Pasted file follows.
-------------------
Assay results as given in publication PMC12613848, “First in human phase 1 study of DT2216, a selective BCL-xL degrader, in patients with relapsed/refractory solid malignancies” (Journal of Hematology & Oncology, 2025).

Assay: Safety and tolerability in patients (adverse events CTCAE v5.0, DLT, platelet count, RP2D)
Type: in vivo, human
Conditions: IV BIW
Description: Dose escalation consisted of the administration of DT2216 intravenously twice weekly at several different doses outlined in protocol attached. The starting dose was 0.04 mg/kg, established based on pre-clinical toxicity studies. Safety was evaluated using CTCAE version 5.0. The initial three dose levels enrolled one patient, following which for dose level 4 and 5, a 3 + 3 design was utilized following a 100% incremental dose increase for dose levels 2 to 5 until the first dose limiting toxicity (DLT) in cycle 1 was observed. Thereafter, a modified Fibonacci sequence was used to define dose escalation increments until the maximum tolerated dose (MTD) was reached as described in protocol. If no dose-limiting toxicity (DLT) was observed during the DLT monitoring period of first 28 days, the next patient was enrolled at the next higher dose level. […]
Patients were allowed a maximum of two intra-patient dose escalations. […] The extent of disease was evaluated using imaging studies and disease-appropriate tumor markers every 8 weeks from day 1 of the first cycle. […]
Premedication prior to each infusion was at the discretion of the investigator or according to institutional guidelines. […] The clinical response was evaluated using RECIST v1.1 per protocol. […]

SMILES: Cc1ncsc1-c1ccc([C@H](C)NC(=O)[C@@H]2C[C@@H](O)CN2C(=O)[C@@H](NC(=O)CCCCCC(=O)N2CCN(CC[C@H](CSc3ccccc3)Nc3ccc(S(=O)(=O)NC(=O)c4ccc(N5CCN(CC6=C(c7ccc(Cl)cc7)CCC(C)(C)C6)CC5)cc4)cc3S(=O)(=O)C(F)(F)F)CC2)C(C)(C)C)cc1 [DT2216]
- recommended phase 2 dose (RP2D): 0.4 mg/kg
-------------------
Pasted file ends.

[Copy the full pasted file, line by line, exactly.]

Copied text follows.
Assay results as given in publication PMC12613848, “First in human phase 1 study of DT2216, a selective BCL-xL degrader, in patients with relapsed/refractory solid malignancies” (Journal of Hematology & Oncology, 2025).

Assay: Safety and tolerability in patients (adverse events CTCAE v5.0, DLT, platelet count, RP2D)
Type: in vivo, human
Conditions: IV BIW
Description: Dose escalation consisted of the administration of DT2216 intravenously twice weekly at several different doses outlined in protocol attached. The starting dose was 0.04 mg/kg, established based on pre-clinical toxicity studies. Safety was evaluated using CTCAE version 5.0. The initial three dose levels enrolled one patient, following which for dose level 4 and 5, a 3 + 3 design was utilized following a 100% incremental dose increase for dose levels 2 to 5 until the first dose limiting toxicity (DLT) in cycle 1 was observed. Thereafter, a modified Fibonacci sequence was used to define dose escalation increments until the maximum tolerated dose (MTD) was reached as described in protocol. If no dose-limiting toxicity (DLT) was observed during the DLT monitoring period of first 28 days, the next patient was enrolled at the next higher dose level. […]
Patients were allowed a maximum of two intra-patient dose escalations. […] The extent of disease was evaluated using imaging studies and disease-appropriate tumor markers every 8 weeks from day 1 of the first cycle. […]
Premedication prior to each infusion was at the discretion of the investigator or according to institutional guidelines. […] The clinical response was evaluated using RECIST v1.1 per protocol. […]

SMILES: Cc1ncsc1-c1ccc([C@H](C)NC(=O)[C@@H]2C[C@@H](O)CN2C(=O)[C@@H](NC(=O)CCCCCC(=O)N2CCN(CC[C@H](CSc3ccccc3)Nc3ccc(S(=O)(=O)NC(=O)c4ccc(N5CCN(CC6=C(c7ccc(Cl)cc7)CCC(C)(C)C6)CC5)cc4)cc3S(=O)(=O)C(F)(F)F)CC2)C(C)(C)C)cc1 [DT2216]
- recommended phase 2 dose (RP2D): 0.4 mg/kg